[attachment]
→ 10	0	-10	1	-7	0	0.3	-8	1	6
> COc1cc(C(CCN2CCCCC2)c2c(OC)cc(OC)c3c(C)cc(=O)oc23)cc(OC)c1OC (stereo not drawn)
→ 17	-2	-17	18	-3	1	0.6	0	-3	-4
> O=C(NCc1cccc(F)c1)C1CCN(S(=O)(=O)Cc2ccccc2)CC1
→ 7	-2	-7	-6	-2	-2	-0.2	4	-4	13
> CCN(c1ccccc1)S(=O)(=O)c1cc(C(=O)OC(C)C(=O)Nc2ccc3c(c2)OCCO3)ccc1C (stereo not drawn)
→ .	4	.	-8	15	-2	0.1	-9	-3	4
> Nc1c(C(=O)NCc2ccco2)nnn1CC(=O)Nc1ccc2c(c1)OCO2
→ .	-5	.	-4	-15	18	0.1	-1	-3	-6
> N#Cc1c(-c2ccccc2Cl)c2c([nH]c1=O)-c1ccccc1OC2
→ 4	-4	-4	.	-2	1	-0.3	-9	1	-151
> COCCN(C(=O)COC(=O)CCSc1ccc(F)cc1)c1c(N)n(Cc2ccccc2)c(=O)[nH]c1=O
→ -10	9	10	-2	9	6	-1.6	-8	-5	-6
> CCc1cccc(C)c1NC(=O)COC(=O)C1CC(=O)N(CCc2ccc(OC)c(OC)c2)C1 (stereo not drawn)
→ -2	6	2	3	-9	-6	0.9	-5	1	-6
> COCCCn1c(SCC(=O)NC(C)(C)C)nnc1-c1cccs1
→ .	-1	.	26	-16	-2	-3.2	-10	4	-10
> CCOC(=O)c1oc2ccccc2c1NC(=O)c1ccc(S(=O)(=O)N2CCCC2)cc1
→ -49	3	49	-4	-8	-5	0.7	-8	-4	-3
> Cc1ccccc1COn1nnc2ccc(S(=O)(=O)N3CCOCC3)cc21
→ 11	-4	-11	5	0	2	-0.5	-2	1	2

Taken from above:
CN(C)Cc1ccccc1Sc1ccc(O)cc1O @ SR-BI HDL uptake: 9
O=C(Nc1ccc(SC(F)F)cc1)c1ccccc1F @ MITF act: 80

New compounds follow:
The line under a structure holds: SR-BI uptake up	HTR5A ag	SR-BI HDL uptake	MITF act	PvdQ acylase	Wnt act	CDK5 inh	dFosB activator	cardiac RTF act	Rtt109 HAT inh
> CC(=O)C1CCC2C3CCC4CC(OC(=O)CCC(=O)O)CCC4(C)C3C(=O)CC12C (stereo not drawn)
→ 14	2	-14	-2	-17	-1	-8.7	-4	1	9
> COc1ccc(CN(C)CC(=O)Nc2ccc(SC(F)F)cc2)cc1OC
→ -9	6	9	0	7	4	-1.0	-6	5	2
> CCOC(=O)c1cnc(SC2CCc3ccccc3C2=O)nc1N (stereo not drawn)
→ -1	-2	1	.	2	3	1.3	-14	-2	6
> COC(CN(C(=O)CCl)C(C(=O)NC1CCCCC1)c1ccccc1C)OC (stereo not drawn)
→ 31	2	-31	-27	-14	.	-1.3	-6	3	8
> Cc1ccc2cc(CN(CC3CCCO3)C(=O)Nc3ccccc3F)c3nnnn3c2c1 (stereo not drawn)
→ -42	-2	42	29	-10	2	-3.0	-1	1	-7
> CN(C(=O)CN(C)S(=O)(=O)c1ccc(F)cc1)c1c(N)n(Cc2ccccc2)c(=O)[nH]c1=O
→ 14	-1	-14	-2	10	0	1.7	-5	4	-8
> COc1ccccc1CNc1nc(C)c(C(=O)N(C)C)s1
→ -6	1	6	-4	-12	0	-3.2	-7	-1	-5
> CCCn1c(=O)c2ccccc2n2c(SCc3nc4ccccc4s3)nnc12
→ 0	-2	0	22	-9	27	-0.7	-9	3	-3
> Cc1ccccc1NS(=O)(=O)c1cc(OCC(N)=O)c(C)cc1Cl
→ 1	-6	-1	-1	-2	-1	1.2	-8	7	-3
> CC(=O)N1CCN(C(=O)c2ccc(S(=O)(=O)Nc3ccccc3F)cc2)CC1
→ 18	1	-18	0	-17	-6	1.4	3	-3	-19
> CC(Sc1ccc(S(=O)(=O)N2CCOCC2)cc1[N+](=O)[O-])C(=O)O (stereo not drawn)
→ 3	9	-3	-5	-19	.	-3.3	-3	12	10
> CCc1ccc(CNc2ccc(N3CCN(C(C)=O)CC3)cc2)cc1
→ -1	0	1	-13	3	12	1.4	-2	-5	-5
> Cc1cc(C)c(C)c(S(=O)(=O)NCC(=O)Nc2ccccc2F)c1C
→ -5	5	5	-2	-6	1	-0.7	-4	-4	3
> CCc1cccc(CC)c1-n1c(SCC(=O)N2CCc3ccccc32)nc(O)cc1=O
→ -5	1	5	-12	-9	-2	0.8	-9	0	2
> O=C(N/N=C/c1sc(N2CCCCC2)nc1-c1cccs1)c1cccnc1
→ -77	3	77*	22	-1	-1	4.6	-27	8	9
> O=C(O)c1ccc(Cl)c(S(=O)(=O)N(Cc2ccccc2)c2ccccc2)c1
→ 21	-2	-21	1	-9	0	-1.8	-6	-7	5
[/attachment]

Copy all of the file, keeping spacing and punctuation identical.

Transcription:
→ 10	0	-10	1	-7	0	0.3	-8	1	6
> COc1cc(C(CCN2CCCCC2)c2c(OC)cc(OC)c3c(C)cc(=O)oc23)cc(OC)c1OC (stereo not drawn)
→ 17	-2	-17	18	-3	1	0.6	0	-3	-4
> O=C(NCc1cccc(F)c1)C1CCN(S(=O)(=O)Cc2ccccc2)CC1
→ 7	-2	-7	-6	-2	-2	-0.2	4	-4	13
> CCN(c1ccccc1)S(=O)(=O)c1cc(C(=O)OC(C)C(=O)Nc2ccc3c(c2)OCCO3)ccc1C (stereo not drawn)
→ .	4	.	-8	15	-2	0.1	-9	-3	4
> Nc1c(C(=O)NCc2ccco2)nnn1CC(=O)Nc1ccc2c(c1)OCO2
→ .	-5	.	-4	-15	18	0.1	-1	-3	-6
> N#Cc1c(-c2ccccc2Cl)c2c([nH]c1=O)-c1ccccc1OC2
→ 4	-4	-4	.	-2	1	-0.3	-9	1	-151
> COCCN(C(=O)COC(=O)CCSc1ccc(F)cc1)c1c(N)n(Cc2ccccc2)c(=O)[nH]c1=O
→ -10	9	10	-2	9	6	-1.6	-8	-5	-6
> CCc1cccc(C)c1NC(=O)COC(=O)C1CC(=O)N(CCc2ccc(OC)c(OC)c2)C1 (stereo not drawn)
→ -2	6	2	3	-9	-6	0.9	-5	1	-6
> COCCCn1c(SCC(=O)NC(C)(C)C)nnc1-c1cccs1
→ .	-1	.	26	-16	-2	-3.2	-10	4	-10
> CCOC(=O)c1oc2ccccc2c1NC(=O)c1ccc(S(=O)(=O)N2CCCC2)cc1
→ -49	3	49	-4	-8	-5	0.7	-8	-4	-3
> Cc1ccccc1COn1nnc2ccc(S(=O)(=O)N3CCOCC3)cc21
→ 11	-4	-11	5	0	2	-0.5	-2	1	2

Taken from above:
CN(C)Cc1ccccc1Sc1ccc(O)cc1O @ SR-BI HDL uptake: 9
O=C(Nc1ccc(SC(F)F)cc1)c1ccccc1F @ MITF act: 80

New compounds follow:
The line under a structure holds: SR-BI uptake up	HTR5A ag	SR-BI HDL uptake	MITF act	PvdQ acylase	Wnt act	CDK5 inh	dFosB activator	cardiac RTF act	Rtt109 HAT inh
> CC(=O)C1CCC2C3CCC4CC(OC(=O)CCC(=O)O)CCC4(C)C3C(=O)CC12C (stereo not drawn)
→ 14	2	-14	-2	-17	-1	-8.7	-4	1	9
> COc1ccc(CN(C)CC(=O)Nc2ccc(SC(F)F)cc2)cc1OC
→ -9	6	9	0	7	4	-1.0	-6	5	2
> CCOC(=O)c1cnc(SC2CCc3ccccc3C2=O)nc1N (stereo not drawn)
→ -1	-2	1	.	2	3	1.3	-14	-2	6
> COC(CN(C(=O)CCl)C(C(=O)NC1CCCCC1)c1ccccc1C)OC (stereo not drawn)
→ 31	2	-31	-27	-14	.	-1.3	-6	3	8
> Cc1ccc2cc(CN(CC3CCCO3)C(=O)Nc3ccccc3F)c3nnnn3c2c1 (stereo not drawn)
→ -42	-2	42	29	-10	2	-3.0	-1	1	-7
> CN(C(=O)CN(C)S(=O)(=O)c1ccc(F)cc1)c1c(N)n(Cc2ccccc2)c(=O)[nH]c1=O
→ 14	-1	-14	-2	10	0	1.7	-5	4	-8
> COc1ccccc1CNc1nc(C)c(C(=O)N(C)C)s1
→ -6	1	6	-4	-12	0	-3.2	-7	-1	-5
> CCCn1c(=O)c2ccccc2n2c(SCc3nc4ccccc4s3)nnc12
→ 0	-2	0	22	-9	27	-0.7	-9	3	-3
> Cc1ccccc1NS(=O)(=O)c1cc(OCC(N)=O)c(C)cc1Cl
→ 1	-6	-1	-1	-2	-1	1.2	-8	7	-3
> CC(=O)N1CCN(C(=O)c2ccc(S(=O)(=O)Nc3ccccc3F)cc2)CC1
→ 18	1	-18	0	-17	-6	1.4	3	-3	-19
> CC(Sc1ccc(S(=O)(=O)N2CCOCC2)cc1[N+](=O)[O-])C(=O)O (stereo not drawn)
→ 3	9	-3	-5	-19	.	-3.3	-3	12	10
> CCc1ccc(CNc2ccc(N3CCN(C(C)=O)CC3)cc2)cc1
→ -1	0	1	-13	3	12	1.4	-2	-5	-5
> Cc1cc(C)c(C)c(S(=O)(=O)NCC(=O)Nc2ccccc2F)c1C
→ -5	5	5	-2	-6	1	-0.7	-4	-4	3
> CCc1cccc(CC)c1-n1c(SCC(=O)N2CCc3ccccc32)nc(O)cc1=O
→ -5	1	5	-12	-9	-2	0.8	-9	0	2
> O=C(N/N=C/c1sc(N2CCCCC2)nc1-c1cccs1)c1cccnc1
→ -77	3	77*	22	-1	-1	4.6	-27	8	9
> O=C(O)c1ccc(Cl)c(S(=O)(=O)N(Cc2ccccc2)c2ccccc2)c1
→ 21	-2	-21	1	-9	0	-1.8	-6	-7	5